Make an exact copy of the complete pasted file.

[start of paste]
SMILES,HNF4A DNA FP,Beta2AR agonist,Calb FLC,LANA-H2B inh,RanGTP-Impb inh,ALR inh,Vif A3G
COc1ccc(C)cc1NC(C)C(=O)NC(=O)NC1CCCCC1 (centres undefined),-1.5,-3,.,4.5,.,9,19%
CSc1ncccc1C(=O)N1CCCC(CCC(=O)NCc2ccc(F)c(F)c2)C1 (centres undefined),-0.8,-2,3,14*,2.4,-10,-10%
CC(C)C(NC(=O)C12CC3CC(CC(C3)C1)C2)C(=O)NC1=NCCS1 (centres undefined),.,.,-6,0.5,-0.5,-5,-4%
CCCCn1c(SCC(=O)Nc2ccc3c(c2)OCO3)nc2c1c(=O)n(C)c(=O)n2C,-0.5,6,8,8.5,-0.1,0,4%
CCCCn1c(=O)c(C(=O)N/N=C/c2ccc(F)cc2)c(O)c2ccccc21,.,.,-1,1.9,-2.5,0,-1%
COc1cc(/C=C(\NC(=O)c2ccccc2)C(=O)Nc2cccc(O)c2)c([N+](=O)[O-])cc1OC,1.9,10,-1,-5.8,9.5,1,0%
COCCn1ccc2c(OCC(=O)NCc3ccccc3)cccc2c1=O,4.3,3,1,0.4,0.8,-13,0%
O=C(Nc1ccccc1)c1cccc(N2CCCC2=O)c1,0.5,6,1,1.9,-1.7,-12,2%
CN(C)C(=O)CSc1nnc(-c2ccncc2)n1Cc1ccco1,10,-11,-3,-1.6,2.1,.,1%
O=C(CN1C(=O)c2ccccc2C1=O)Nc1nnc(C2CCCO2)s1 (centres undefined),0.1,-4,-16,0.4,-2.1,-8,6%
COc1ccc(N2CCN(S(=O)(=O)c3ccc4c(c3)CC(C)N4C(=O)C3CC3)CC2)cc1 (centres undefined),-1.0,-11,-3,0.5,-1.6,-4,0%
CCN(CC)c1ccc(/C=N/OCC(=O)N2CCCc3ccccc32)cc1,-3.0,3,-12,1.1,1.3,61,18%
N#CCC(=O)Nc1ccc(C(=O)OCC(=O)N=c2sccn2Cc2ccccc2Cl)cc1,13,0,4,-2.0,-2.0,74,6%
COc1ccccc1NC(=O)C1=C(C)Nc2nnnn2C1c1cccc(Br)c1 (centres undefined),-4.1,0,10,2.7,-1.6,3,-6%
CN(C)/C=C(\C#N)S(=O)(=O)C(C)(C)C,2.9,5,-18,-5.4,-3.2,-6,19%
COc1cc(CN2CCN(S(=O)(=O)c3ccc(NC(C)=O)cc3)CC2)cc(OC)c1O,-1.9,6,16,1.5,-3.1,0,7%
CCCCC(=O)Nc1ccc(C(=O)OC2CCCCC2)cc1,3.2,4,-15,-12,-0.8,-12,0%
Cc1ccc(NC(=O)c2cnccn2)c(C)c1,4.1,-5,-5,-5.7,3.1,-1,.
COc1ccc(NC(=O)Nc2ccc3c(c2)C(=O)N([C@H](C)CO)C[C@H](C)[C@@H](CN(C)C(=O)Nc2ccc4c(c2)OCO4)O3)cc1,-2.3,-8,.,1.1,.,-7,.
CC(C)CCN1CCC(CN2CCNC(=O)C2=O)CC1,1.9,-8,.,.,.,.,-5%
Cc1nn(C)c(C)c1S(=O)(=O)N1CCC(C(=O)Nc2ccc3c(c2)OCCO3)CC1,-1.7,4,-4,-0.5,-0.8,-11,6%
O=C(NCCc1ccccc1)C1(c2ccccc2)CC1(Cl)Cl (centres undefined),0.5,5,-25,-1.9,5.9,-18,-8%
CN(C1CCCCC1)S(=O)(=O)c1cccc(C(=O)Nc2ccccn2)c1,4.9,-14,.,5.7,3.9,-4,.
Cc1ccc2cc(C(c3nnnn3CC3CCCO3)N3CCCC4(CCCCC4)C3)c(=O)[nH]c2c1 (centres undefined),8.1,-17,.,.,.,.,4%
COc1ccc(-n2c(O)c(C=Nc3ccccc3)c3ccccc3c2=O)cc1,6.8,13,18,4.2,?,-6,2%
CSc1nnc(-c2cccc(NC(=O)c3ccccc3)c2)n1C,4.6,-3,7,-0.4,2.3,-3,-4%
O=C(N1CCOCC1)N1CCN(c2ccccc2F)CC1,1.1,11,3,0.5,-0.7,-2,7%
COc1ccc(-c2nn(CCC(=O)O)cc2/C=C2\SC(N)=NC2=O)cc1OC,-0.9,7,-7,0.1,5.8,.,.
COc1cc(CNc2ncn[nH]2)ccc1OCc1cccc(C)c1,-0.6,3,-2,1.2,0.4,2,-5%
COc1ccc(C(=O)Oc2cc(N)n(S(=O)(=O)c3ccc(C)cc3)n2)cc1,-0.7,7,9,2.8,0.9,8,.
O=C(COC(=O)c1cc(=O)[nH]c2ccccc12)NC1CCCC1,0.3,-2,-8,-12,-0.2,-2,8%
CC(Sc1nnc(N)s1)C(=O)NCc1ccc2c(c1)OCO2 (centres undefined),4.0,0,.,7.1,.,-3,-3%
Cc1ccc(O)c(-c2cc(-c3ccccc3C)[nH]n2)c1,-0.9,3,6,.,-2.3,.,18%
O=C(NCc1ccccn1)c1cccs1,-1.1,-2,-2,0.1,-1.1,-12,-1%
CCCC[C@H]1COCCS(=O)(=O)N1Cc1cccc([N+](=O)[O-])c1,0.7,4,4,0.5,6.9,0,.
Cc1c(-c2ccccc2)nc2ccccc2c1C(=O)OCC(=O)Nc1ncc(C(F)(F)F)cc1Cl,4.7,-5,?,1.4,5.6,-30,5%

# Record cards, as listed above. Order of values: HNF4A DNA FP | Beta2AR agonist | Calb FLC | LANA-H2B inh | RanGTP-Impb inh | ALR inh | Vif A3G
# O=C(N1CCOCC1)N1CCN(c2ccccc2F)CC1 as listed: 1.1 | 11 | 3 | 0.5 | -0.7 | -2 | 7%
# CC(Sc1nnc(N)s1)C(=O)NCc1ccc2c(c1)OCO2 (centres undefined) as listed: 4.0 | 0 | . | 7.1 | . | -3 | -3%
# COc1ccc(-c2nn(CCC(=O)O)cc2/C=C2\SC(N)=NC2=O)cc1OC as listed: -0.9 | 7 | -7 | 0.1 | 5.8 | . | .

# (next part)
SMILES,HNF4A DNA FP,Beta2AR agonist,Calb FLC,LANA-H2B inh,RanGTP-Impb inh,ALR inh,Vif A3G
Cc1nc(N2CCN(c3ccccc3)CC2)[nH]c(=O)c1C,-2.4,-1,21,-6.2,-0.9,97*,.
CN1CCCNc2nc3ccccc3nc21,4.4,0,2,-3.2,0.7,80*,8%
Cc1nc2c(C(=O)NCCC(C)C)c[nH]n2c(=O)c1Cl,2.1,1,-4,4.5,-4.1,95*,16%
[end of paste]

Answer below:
SMILES,HNF4A DNA FP,Beta2AR agonist,Calb FLC,LANA-H2B inh,RanGTP-Impb inh,ALR inh,Vif A3G
COc1ccc(C)cc1NC(C)C(=O)NC(=O)NC1CCCCC1 (centres undefined),-1.5,-3,.,4.5,.,9,19%
CSc1ncccc1C(=O)N1CCCC(CCC(=O)NCc2ccc(F)c(F)c2)C1 (centres undefined),-0.8,-2,3,14*,2.4,-10,-10%
CC(C)C(NC(=O)C12CC3CC(CC(C3)C1)C2)C(=O)NC1=NCCS1 (centres undefined),.,.,-6,0.5,-0.5,-5,-4%
CCCCn1c(SCC(=O)Nc2ccc3c(c2)OCO3)nc2c1c(=O)n(C)c(=O)n2C,-0.5,6,8,8.5,-0.1,0,4%
CCCCn1c(=O)c(C(=O)N/N=C/c2ccc(F)cc2)c(O)c2ccccc21,.,.,-1,1.9,-2.5,0,-1%
COc1cc(/C=C(\NC(=O)c2ccccc2)C(=O)Nc2cccc(O)c2)c([N+](=O)[O-])cc1OC,1.9,10,-1,-5.8,9.5,1,0%
COCCn1ccc2c(OCC(=O)NCc3ccccc3)cccc2c1=O,4.3,3,1,0.4,0.8,-13,0%
O=C(Nc1ccccc1)c1cccc(N2CCCC2=O)c1,0.5,6,1,1.9,-1.7,-12,2%
CN(C)C(=O)CSc1nnc(-c2ccncc2)n1Cc1ccco1,10,-11,-3,-1.6,2.1,.,1%
O=C(CN1C(=O)c2ccccc2C1=O)Nc1nnc(C2CCCO2)s1 (centres undefined),0.1,-4,-16,0.4,-2.1,-8,6%
COc1ccc(N2CCN(S(=O)(=O)c3ccc4c(c3)CC(C)N4C(=O)C3CC3)CC2)cc1 (centres undefined),-1.0,-11,-3,0.5,-1.6,-4,0%
CCN(CC)c1ccc(/C=N/OCC(=O)N2CCCc3ccccc32)cc1,-3.0,3,-12,1.1,1.3,61,18%
N#CCC(=O)Nc1ccc(C(=O)OCC(=O)N=c2sccn2Cc2ccccc2Cl)cc1,13,0,4,-2.0,-2.0,74,6%
COc1ccccc1NC(=O)C1=C(C)Nc2nnnn2C1c1cccc(Br)c1 (centres undefined),-4.1,0,10,2.7,-1.6,3,-6%
CN(C)/C=C(\C#N)S(=O)(=O)C(C)(C)C,2.9,5,-18,-5.4,-3.2,-6,19%
COc1cc(CN2CCN(S(=O)(=O)c3ccc(NC(C)=O)cc3)CC2)cc(OC)c1O,-1.9,6,16,1.5,-3.1,0,7%
CCCCC(=O)Nc1ccc(C(=O)OC2CCCCC2)cc1,3.2,4,-15,-12,-0.8,-12,0%
Cc1ccc(NC(=O)c2cnccn2)c(C)c1,4.1,-5,-5,-5.7,3.1,-1,.
COc1ccc(NC(=O)Nc2ccc3c(c2)C(=O)N([C@H](C)CO)C[C@H](C)[C@@H](CN(C)C(=O)Nc2ccc4c(c2)OCO4)O3)cc1,-2.3,-8,.,1.1,.,-7,.
CC(C)CCN1CCC(CN2CCNC(=O)C2=O)CC1,1.9,-8,.,.,.,.,-5%
Cc1nn(C)c(C)c1S(=O)(=O)N1CCC(C(=O)Nc2ccc3c(c2)OCCO3)CC1,-1.7,4,-4,-0.5,-0.8,-11,6%
O=C(NCCc1ccccc1)C1(c2ccccc2)CC1(Cl)Cl (centres undefined),0.5,5,-25,-1.9,5.9,-18,-8%
CN(C1CCCCC1)S(=O)(=O)c1cccc(C(=O)Nc2ccccn2)c1,4.9,-14,.,5.7,3.9,-4,.
Cc1ccc2cc(C(c3nnnn3CC3CCCO3)N3CCCC4(CCCCC4)C3)c(=O)[nH]c2c1 (centres undefined),8.1,-17,.,.,.,.,4%
COc1ccc(-n2c(O)c(C=Nc3ccccc3)c3ccccc3c2=O)cc1,6.8,13,18,4.2,?,-6,2%
CSc1nnc(-c2cccc(NC(=O)c3ccccc3)c2)n1C,4.6,-3,7,-0.4,2.3,-3,-4%
O=C(N1CCOCC1)N1CCN(c2ccccc2F)CC1,1.1,11,3,0.5,-0.7,-2,7%
COc1ccc(-c2nn(CCC(=O)O)cc2/C=C2\SC(N)=NC2=O)cc1OC,-0.9,7,-7,0.1,5.8,.,.
COc1cc(CNc2ncn[nH]2)ccc1OCc1cccc(C)c1,-0.6,3,-2,1.2,0.4,2,-5%
COc1ccc(C(=O)Oc2cc(N)n(S(=O)(=O)c3ccc(C)cc3)n2)cc1,-0.7,7,9,2.8,0.9,8,.
O=C(COC(=O)c1cc(=O)[nH]c2ccccc12)NC1CCCC1,0.3,-2,-8,-12,-0.2,-2,8%
CC(Sc1nnc(N)s1)C(=O)NCc1ccc2c(c1)OCO2 (centres undefined),4.0,0,.,7.1,.,-3,-3%
Cc1ccc(O)c(-c2cc(-c3ccccc3C)[nH]n2)c1,-0.9,3,6,.,-2.3,.,18%
O=C(NCc1ccccn1)c1cccs1,-1.1,-2,-2,0.1,-1.1,-12,-1%
CCCC[C@H]1COCCS(=O)(=O)N1Cc1cccc([N+](=O)[O-])c1,0.7,4,4,0.5,6.9,0,.
Cc1c(-c2ccccc2)nc2ccccc2c1C(=O)OCC(=O)Nc1ncc(C(F)(F)F)cc1Cl,4.7,-5,?,1.4,5.6,-30,5%

# Record cards, as listed above. Order of values: HNF4A DNA FP | Beta2AR agonist | Calb FLC | LANA-H2B inh | RanGTP-Impb inh | ALR inh | Vif A3G
# O=C(N1CCOCC1)N1CCN(c2ccccc2F)CC1 as listed: 1.1 | 11 | 3 | 0.5 | -0.7 | -2 | 7%
# CC(Sc1nnc(N)s1)C(=O)NCc1ccc2c(c1)OCO2 (centres undefined) as listed: 4.0 | 0 | . | 7.1 | . | -3 | -3%
# COc1ccc(-c2nn(CCC(=O)O)cc2/C=C2\SC(N)=NC2=O)cc1OC as listed: -0.9 | 7 | -7 | 0.1 | 5.8 | . | .

# (next part)
SMILES,HNF4A DNA FP,Beta2AR agonist,Calb FLC,LANA-H2B inh,RanGTP-Impb inh,ALR inh,Vif A3G
Cc1nc(N2CCN(c3ccccc3)CC2)[nH]c(=O)c1C,-2.4,-1,21,-6.2,-0.9,97*,.
CN1CCCNc2nc3ccccc3nc21,4.4,0,2,-3.2,0.7,80*,8%
Cc1nc2c(C(=O)NCCC(C)C)c[nH]n2c(=O)c1Cl,2.1,1,-4,4.5,-4.1,95*,16%